In February of 2007 the Federal Drug Administration posted a letter from the manufacturer of rosiglitazone reporting an increased risk of bone fractures in women. In March of 2007, the Federal Drug Administration posted a letter from the manufacturer of pioglitazone reporting an increased risk of bone fractures in women. In May of 2007, the Federal Drug Administration issued a Safety Alert on rosiglitazone noting "data from controlled clinical trials have shown that there is a potentially significant increase in the risk of heart attack and heart-related deaths".
Consider directing your patients to this Rosiglitazone FDA Consumer Update page.
Alpha-glucosidase inhibitors work differently than other oral anti-diabetes drugs. The drugs in this class, acarbose (Precose ®) and miglitol (Glyset ®), slow or impede the breakdown of carbohydrates in the intestinal tract. Acarbose and miglitol must be taken with the first bite of a meal to be effective. In high doses these agents can produce malabsorption syndrome. The most commonly occurring side effects associated with these drugs are dose related gastrointestinal complaints such as abdominal pain, flatulence, and diarrhea. In many cases these side effects may be managed with continued administration of the drug and by starting with a low dose and gradually increasing it. If alpha-glucosidase inhibitors are used with insulin or other oral anti-diabetes drugs that can cause hypoglycemia, hypoglycemic episodes must be treated with sublingual glucose tablets or gel, as the absorption of other carbohydrate sources that are swallowed will be impaired.
Dipeptidyl peptidase-4 inhibitors
This is a new class of drugs which appears to have a number of beneficial effects for the treatment of type 2 diabetes mellitus. It is believed that these drugs stablize certain incretin hormones which are necessary for the management of glucose absorbed through the digestive tract.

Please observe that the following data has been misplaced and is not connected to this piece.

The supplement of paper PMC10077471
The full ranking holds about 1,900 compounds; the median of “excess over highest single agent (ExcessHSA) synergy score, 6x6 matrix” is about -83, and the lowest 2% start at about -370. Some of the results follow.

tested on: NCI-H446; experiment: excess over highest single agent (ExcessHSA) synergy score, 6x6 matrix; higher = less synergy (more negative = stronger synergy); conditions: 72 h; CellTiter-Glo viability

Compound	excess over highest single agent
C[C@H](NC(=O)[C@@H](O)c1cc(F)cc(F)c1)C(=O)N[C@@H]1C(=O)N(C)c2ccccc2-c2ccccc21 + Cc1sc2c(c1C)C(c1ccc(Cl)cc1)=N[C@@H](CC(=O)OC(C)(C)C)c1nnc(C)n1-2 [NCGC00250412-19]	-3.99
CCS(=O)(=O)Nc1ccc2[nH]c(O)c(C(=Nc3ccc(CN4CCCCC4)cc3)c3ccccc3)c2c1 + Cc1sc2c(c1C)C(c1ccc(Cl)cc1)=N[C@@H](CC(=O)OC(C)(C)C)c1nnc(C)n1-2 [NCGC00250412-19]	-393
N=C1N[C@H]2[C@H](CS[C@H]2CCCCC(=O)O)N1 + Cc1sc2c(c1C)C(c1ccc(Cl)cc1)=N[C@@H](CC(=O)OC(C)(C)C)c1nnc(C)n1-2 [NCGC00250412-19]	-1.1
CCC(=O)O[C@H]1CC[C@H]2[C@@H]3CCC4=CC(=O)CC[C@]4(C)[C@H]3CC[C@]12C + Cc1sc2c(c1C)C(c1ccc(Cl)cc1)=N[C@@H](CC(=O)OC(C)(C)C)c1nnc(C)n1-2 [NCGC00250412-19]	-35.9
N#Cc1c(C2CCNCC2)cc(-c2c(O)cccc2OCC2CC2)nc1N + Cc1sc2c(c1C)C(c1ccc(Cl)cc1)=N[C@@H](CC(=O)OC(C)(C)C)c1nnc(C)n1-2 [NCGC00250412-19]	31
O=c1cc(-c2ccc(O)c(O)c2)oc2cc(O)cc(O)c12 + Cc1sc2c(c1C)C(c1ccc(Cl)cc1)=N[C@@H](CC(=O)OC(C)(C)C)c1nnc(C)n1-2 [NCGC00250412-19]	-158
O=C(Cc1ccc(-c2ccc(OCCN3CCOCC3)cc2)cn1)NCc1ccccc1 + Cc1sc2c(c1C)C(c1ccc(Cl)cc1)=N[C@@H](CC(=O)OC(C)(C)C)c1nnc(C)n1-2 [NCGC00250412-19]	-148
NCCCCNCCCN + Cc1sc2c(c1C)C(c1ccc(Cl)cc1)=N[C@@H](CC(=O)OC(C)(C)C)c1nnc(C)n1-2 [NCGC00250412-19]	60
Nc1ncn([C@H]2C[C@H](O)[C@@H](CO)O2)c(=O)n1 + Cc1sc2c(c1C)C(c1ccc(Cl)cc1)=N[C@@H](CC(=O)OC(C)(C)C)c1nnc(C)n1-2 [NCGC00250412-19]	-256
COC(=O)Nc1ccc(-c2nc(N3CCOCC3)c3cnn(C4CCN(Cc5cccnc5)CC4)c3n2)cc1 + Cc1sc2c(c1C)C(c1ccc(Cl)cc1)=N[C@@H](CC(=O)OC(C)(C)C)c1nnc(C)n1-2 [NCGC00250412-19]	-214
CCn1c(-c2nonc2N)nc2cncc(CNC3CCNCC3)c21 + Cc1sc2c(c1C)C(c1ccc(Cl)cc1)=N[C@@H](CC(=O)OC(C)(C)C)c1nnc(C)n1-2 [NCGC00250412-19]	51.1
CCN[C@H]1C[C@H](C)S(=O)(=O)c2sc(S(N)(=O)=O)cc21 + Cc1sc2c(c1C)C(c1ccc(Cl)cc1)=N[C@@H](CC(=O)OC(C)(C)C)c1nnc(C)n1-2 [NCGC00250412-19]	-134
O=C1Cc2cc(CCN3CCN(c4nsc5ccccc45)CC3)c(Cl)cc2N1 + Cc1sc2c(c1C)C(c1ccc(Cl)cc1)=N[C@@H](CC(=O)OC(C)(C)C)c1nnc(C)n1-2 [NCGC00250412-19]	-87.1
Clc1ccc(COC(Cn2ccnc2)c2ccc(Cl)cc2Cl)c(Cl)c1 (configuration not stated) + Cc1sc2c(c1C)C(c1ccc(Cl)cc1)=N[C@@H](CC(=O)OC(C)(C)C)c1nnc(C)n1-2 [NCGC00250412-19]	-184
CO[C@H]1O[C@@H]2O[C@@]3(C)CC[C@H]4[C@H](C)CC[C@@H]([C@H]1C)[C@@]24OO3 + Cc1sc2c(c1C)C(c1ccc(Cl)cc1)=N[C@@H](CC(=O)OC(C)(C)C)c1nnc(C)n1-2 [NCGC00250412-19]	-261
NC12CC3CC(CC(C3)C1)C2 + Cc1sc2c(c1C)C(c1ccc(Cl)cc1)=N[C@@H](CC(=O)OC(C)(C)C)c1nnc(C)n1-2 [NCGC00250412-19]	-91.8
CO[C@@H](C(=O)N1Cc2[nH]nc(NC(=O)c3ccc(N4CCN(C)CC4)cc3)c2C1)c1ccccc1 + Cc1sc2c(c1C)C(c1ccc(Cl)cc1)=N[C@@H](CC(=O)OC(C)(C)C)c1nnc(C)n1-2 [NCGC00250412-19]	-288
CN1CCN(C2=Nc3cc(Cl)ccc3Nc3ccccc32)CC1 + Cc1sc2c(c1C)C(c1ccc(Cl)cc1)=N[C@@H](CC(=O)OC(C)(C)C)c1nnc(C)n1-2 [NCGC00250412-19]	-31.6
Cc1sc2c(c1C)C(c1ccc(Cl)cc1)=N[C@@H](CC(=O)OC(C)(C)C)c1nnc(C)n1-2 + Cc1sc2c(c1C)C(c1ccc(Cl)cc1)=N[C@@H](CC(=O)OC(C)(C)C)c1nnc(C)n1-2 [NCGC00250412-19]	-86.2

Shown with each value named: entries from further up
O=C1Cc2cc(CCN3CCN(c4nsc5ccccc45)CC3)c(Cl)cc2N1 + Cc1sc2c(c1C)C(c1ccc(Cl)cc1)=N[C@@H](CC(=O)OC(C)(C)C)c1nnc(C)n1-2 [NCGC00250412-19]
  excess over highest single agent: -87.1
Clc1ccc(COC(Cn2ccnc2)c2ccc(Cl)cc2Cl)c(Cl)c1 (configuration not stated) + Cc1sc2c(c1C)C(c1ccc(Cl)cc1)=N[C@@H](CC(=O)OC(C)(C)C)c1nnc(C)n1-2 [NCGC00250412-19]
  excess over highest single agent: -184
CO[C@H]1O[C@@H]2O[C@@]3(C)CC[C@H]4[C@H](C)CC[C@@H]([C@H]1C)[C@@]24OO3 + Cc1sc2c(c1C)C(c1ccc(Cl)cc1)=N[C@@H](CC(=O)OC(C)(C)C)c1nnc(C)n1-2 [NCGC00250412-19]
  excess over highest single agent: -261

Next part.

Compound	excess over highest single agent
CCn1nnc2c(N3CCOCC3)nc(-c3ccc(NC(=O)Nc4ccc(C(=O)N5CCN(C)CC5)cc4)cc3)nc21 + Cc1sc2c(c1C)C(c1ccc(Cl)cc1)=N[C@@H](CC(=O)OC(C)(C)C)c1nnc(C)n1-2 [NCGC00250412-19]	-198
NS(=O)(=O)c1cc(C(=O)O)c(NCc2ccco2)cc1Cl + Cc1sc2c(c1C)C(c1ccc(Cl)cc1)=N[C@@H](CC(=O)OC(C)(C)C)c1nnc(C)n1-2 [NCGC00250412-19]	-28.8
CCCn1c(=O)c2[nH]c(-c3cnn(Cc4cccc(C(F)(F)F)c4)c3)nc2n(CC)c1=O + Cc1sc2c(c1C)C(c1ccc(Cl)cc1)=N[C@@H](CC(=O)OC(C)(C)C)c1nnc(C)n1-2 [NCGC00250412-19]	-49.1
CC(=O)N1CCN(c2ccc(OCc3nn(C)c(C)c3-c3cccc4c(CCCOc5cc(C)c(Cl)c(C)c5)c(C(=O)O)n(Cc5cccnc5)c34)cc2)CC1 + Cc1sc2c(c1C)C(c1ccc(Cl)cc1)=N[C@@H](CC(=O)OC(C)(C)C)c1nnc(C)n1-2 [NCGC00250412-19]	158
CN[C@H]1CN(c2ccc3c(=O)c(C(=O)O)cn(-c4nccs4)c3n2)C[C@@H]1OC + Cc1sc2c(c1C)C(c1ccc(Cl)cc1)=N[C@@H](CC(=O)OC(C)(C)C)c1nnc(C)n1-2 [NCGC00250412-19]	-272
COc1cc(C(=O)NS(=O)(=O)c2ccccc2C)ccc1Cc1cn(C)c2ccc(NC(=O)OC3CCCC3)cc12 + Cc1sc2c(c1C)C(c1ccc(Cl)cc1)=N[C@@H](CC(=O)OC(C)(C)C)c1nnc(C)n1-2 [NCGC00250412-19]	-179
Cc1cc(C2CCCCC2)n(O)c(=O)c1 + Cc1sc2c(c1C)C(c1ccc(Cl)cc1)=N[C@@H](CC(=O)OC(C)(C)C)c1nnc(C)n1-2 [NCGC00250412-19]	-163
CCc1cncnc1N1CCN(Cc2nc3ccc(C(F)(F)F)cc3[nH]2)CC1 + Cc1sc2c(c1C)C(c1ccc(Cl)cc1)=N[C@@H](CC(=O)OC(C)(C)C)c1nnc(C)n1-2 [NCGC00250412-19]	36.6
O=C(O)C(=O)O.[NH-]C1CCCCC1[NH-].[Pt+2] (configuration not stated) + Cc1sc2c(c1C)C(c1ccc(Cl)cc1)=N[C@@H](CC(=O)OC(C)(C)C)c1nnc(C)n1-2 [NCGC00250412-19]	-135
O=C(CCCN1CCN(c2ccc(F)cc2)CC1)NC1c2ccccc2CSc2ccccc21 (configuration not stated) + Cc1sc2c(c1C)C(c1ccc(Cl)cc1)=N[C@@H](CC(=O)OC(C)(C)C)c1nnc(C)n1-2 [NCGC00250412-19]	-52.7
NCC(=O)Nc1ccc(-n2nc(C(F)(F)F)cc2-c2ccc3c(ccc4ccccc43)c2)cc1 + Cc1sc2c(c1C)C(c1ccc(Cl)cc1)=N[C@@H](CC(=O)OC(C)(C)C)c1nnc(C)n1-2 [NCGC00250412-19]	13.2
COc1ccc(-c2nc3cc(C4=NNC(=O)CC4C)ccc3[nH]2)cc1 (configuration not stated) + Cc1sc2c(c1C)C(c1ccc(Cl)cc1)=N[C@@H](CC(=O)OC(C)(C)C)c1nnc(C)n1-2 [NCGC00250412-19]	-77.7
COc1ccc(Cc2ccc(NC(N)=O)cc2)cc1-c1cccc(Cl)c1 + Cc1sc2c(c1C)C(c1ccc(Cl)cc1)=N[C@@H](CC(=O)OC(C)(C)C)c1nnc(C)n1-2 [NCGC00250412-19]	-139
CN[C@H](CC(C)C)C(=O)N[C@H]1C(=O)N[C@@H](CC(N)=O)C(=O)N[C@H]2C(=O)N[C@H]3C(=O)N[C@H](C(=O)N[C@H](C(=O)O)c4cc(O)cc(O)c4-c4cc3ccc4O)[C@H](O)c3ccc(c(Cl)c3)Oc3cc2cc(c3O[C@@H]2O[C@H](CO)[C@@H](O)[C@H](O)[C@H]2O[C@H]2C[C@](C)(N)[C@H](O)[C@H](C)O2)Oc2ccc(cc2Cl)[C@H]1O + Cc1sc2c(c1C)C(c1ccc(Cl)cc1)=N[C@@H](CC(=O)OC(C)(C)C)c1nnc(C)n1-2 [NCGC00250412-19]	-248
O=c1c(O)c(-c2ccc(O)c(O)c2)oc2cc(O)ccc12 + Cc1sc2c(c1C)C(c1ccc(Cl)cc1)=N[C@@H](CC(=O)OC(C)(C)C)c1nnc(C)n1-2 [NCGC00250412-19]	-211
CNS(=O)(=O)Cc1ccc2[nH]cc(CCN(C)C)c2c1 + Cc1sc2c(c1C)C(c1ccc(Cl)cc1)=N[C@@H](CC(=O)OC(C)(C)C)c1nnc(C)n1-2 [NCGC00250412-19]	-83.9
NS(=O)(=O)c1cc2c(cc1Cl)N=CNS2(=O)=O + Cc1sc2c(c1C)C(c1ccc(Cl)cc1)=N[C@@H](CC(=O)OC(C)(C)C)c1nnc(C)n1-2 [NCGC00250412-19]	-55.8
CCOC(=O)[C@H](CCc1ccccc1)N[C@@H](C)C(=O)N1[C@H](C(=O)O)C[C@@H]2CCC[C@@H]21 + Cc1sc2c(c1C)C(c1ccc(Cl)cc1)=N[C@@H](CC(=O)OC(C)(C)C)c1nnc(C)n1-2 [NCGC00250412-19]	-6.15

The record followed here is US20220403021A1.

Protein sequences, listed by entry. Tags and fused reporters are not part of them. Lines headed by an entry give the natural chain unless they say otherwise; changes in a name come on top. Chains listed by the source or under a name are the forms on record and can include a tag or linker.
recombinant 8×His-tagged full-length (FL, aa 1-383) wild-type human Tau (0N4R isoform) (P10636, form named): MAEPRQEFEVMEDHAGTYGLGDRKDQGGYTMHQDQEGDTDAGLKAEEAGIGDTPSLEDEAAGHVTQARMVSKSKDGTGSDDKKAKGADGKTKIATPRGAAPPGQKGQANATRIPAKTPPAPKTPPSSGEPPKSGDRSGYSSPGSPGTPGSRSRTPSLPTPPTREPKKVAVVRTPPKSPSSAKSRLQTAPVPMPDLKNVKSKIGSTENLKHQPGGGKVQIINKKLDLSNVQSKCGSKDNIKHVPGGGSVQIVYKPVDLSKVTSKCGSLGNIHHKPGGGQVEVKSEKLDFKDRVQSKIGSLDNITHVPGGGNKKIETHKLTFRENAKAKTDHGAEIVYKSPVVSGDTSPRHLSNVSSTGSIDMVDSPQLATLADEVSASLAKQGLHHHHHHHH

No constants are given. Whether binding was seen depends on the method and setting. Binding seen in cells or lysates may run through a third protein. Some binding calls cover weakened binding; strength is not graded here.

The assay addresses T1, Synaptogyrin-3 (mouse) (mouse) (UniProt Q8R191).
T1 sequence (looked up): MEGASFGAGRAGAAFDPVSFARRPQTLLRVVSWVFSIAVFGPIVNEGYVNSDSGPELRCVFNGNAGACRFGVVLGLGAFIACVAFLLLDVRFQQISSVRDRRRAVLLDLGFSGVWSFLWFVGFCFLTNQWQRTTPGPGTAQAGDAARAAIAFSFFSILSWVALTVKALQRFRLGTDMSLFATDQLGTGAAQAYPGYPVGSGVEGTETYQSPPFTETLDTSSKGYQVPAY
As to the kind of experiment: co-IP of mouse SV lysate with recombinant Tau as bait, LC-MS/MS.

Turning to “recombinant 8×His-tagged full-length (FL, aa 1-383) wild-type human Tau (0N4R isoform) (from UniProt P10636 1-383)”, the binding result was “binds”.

Glucagon-like peptide-1 (GLP-1) and gastric inhibitory peptide (GIP) are incretins secreted by endocrine cells of the small intestine. They are secreted when the endocrine cells sense glucose in the lumen of the small bowel. Incretins travel in the blood to the pancreatic beta cells and up-regulate insulin secretion. In addition, GLP-1 inhibits glucagon secretion, delays stomach emptying and has been shown to increase the number of beta cells.
Dipeptidyl peptidase-4 (DPP-4) is an endogenous enzyme that degrades and inactivates GLP-1 and GIP. Some of the DPP-4 inhibitors have been shown to improve glucose tolerance and insulin response to oral glucose. They seem to increasing insulin secretion, delaying insulin absorption and reducing glucose output from the liver.
Manufacturer prescribing information for sitagliptin phosphate (requires Adobe PDF reader)
Sodium glucose co-transporter-2 inhibitor (SGLT2)
SGLT-2 is a Na+ coupled glucose co-transporter that moves glucose against a concentration gradient using the simultaneous transport of Na+ down a concentration gradient. Meaning, cells of the proximal renal tubule use SGLT2 to reabsorb about 90% of the glucose from the renal tubular filtrate and secrete it back into the blood stream. Inhibiting the action of SGLT2 increases the glucose concentration of the excreted urine by about 50-100 g daily. It can reduce A1c slightly less than 1%.
FDA INVOKANA Label Revision 5/15/2014
Monotherapy, the use of one oral agent, generally reduces HbA1c by approximately 1/2 to 1.5 percent. Combining two or more oral agents may work more effectively than a single medication. Combination therapy may minimize the side effects of one or both medications by allowing lower doses of each. Examples of combination therapies are sulfonylurea with metformin or an alpha-glucosidase inhibitor or glitazone with insulin.